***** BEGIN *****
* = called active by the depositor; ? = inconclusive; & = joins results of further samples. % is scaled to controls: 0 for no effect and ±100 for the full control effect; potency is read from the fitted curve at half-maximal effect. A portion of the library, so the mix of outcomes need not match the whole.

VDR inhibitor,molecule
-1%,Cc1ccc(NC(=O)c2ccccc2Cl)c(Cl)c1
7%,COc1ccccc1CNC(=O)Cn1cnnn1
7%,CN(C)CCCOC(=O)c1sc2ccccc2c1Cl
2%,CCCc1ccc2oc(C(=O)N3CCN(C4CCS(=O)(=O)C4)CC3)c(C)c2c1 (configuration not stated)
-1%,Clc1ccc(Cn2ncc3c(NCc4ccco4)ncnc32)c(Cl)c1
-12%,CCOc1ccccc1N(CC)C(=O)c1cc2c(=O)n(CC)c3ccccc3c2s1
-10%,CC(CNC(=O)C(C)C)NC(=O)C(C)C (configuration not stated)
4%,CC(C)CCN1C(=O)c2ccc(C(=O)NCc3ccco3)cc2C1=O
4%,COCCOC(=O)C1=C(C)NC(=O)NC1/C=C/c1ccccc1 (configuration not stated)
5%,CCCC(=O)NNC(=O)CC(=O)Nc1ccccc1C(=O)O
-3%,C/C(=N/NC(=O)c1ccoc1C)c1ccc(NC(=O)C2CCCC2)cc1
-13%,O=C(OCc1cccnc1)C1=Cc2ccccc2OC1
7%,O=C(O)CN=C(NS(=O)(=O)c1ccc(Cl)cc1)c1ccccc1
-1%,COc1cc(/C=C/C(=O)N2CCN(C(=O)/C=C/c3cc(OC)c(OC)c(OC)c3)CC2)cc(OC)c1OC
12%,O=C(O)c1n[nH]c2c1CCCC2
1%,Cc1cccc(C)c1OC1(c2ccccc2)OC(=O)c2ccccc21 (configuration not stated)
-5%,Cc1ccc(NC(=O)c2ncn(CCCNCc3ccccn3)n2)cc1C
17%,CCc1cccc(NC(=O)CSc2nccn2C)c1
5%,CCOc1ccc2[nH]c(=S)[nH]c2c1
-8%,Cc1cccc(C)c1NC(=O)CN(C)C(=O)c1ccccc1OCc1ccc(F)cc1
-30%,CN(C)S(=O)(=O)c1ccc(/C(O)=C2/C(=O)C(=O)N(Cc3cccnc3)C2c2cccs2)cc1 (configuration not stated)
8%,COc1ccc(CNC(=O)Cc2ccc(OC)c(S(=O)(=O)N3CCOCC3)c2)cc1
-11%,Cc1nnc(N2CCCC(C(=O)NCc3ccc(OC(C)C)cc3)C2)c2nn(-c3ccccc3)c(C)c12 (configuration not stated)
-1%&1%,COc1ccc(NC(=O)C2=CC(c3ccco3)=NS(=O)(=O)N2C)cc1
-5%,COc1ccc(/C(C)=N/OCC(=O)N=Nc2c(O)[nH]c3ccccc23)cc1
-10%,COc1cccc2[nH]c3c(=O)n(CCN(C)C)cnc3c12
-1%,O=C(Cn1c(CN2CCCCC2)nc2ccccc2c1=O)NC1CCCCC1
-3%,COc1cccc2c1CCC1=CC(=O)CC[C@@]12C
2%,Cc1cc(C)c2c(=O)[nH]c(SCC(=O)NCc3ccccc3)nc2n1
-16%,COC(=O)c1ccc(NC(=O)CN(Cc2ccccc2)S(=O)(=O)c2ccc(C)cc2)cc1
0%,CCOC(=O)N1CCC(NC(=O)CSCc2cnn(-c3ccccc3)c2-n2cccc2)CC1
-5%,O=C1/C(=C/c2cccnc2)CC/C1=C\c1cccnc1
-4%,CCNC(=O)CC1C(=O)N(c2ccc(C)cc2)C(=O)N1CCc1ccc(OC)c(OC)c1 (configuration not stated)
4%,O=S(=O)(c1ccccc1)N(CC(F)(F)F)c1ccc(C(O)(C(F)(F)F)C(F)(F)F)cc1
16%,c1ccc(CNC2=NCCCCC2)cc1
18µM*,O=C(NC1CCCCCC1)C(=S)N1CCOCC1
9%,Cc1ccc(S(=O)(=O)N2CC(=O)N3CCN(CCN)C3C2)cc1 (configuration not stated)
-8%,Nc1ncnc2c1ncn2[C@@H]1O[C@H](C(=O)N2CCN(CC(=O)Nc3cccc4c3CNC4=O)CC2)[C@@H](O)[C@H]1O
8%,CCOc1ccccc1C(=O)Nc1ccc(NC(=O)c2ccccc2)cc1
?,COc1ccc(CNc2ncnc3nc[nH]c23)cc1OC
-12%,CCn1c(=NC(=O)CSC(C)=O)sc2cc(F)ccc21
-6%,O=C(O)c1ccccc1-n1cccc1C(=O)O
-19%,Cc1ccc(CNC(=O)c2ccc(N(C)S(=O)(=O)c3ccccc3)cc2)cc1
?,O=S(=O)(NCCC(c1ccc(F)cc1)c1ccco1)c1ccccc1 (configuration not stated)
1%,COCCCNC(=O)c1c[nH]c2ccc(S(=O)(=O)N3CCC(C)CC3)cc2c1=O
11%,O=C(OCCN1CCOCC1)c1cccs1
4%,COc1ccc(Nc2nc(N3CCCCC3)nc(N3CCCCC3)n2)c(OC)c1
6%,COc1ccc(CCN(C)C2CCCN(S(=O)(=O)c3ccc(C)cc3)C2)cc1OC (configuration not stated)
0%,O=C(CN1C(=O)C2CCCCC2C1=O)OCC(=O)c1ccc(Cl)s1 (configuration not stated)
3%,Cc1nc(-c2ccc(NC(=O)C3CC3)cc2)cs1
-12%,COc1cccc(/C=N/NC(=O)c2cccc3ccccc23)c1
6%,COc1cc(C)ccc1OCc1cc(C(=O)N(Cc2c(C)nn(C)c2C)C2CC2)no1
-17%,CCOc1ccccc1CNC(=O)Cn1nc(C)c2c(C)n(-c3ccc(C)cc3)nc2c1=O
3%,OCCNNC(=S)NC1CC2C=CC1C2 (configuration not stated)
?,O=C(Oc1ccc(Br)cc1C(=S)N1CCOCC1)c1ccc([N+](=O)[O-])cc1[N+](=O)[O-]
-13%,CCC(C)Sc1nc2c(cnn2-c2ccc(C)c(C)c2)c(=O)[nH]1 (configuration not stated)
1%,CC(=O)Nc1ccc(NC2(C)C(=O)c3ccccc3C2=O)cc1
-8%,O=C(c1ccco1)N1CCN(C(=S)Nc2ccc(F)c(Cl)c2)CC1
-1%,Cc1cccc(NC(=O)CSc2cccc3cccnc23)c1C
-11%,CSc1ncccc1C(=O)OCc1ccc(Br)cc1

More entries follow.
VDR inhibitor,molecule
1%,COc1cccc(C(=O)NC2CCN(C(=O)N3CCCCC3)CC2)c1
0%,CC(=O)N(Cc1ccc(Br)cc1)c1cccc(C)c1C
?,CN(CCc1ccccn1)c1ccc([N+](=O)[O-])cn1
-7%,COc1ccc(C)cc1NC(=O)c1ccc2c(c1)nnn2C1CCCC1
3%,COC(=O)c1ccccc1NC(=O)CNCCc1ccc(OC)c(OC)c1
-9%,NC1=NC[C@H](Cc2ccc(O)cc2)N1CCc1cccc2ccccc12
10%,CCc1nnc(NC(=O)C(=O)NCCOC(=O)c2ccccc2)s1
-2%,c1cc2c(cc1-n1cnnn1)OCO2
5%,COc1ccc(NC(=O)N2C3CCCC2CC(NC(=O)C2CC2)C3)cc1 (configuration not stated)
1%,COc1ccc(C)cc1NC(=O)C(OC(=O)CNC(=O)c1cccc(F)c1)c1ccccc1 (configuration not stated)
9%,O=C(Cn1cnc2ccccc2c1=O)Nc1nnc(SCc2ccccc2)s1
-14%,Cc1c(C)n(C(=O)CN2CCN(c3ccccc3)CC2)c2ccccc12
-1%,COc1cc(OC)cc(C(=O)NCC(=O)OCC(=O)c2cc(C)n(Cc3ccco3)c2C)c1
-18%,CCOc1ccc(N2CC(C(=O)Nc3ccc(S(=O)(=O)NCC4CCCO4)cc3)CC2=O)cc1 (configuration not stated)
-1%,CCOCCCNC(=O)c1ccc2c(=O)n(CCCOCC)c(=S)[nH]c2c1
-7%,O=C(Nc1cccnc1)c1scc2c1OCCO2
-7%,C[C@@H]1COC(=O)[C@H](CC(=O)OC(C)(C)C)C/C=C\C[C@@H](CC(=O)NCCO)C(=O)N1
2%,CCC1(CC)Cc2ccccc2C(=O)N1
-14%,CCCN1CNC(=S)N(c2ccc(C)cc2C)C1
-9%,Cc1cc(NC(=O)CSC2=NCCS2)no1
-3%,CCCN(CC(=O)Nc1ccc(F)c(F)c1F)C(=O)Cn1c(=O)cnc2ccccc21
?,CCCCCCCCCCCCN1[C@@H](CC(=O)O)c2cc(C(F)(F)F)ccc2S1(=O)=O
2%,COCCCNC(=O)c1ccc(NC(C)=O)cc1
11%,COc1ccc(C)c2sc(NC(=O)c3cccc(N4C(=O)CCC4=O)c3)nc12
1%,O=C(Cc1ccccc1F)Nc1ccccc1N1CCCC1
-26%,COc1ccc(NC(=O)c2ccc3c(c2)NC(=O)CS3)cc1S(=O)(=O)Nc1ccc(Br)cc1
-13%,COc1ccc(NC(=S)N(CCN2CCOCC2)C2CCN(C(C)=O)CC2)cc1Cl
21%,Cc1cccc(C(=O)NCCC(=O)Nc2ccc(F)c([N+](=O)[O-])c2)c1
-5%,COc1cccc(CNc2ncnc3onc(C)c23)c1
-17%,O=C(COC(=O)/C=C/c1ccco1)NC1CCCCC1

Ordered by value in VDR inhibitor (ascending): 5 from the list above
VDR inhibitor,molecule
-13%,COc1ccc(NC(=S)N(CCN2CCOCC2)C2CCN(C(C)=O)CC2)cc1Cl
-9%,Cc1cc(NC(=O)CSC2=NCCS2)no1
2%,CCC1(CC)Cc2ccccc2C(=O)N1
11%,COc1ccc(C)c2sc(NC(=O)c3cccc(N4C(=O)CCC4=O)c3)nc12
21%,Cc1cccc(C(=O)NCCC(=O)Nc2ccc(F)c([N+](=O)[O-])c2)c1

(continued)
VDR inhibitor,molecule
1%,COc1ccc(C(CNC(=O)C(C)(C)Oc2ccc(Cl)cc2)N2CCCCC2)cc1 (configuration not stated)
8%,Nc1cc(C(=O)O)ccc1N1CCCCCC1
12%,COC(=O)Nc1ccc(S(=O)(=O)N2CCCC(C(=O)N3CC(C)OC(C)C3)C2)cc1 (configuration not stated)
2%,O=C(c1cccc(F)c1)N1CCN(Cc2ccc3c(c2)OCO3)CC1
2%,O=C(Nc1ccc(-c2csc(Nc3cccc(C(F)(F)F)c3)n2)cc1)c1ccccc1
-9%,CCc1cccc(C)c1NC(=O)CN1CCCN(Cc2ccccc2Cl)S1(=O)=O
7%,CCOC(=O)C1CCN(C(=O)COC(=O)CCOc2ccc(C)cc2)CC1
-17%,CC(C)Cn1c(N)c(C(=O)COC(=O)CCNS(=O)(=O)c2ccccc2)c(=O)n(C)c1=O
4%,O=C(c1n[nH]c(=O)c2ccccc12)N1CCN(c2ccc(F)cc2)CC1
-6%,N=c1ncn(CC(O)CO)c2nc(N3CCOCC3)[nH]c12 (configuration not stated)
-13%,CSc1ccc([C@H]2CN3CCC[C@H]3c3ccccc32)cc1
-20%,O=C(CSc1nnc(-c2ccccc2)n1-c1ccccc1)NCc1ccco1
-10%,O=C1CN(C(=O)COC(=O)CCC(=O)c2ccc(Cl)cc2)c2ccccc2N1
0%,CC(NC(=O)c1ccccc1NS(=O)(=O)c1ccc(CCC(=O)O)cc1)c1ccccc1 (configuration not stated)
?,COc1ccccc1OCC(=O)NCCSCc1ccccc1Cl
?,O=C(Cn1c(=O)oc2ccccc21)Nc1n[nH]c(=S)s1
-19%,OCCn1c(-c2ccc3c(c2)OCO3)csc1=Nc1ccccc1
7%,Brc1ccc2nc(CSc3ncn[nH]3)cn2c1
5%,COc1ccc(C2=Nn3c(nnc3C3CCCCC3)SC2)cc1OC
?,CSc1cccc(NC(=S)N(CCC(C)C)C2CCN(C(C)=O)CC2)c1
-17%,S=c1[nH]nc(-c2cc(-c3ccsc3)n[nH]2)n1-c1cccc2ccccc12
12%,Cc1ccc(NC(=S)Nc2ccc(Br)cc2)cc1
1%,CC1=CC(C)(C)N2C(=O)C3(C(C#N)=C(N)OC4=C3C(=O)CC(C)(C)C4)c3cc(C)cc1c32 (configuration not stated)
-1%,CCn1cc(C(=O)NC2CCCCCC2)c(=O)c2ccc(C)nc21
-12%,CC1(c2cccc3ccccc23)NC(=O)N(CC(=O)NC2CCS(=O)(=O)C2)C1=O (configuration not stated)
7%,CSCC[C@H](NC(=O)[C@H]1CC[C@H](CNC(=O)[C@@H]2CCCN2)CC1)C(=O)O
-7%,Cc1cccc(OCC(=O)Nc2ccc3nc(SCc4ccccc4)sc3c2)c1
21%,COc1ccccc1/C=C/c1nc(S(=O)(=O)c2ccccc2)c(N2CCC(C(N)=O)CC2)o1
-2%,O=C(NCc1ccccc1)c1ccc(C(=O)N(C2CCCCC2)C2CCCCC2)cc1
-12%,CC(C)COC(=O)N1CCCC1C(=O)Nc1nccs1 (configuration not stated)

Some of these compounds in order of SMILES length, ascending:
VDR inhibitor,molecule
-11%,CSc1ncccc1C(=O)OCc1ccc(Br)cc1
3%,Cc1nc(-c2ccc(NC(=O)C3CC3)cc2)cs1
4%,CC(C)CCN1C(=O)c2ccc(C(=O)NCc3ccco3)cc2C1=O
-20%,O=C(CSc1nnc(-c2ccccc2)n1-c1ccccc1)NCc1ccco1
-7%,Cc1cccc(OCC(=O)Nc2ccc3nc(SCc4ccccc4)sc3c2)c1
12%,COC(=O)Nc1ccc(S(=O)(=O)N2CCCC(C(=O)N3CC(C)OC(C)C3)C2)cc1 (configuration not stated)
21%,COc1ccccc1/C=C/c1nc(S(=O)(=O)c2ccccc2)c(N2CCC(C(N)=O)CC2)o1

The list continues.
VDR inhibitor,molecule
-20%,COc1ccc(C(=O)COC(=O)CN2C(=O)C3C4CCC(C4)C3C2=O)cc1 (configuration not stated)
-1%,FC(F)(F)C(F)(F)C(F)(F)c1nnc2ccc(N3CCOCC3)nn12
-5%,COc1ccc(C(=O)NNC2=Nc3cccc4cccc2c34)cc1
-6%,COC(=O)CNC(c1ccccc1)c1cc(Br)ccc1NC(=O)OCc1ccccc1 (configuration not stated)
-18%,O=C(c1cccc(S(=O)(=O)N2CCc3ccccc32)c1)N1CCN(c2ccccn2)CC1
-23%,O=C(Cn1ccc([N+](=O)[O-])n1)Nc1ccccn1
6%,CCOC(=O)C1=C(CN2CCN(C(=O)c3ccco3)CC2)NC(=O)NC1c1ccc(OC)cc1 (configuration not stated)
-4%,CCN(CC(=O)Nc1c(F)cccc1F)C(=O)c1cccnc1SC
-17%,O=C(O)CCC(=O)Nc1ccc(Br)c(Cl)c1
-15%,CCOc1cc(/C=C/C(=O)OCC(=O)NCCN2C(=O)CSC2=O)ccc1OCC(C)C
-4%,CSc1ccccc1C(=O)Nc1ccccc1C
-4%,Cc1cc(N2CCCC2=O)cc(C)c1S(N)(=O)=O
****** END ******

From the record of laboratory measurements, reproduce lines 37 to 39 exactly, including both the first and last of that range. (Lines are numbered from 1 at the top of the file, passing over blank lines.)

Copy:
16%,c1ccc(CNC2=NCCCCC2)cc1
18µM*,O=C(NC1CCCCCC1)C(=S)N1CCOCC1
9%,Cc1ccc(S(=O)(=O)N2CC(=O)N3CCN(CCN)C3C2)cc1 (configuration not stated)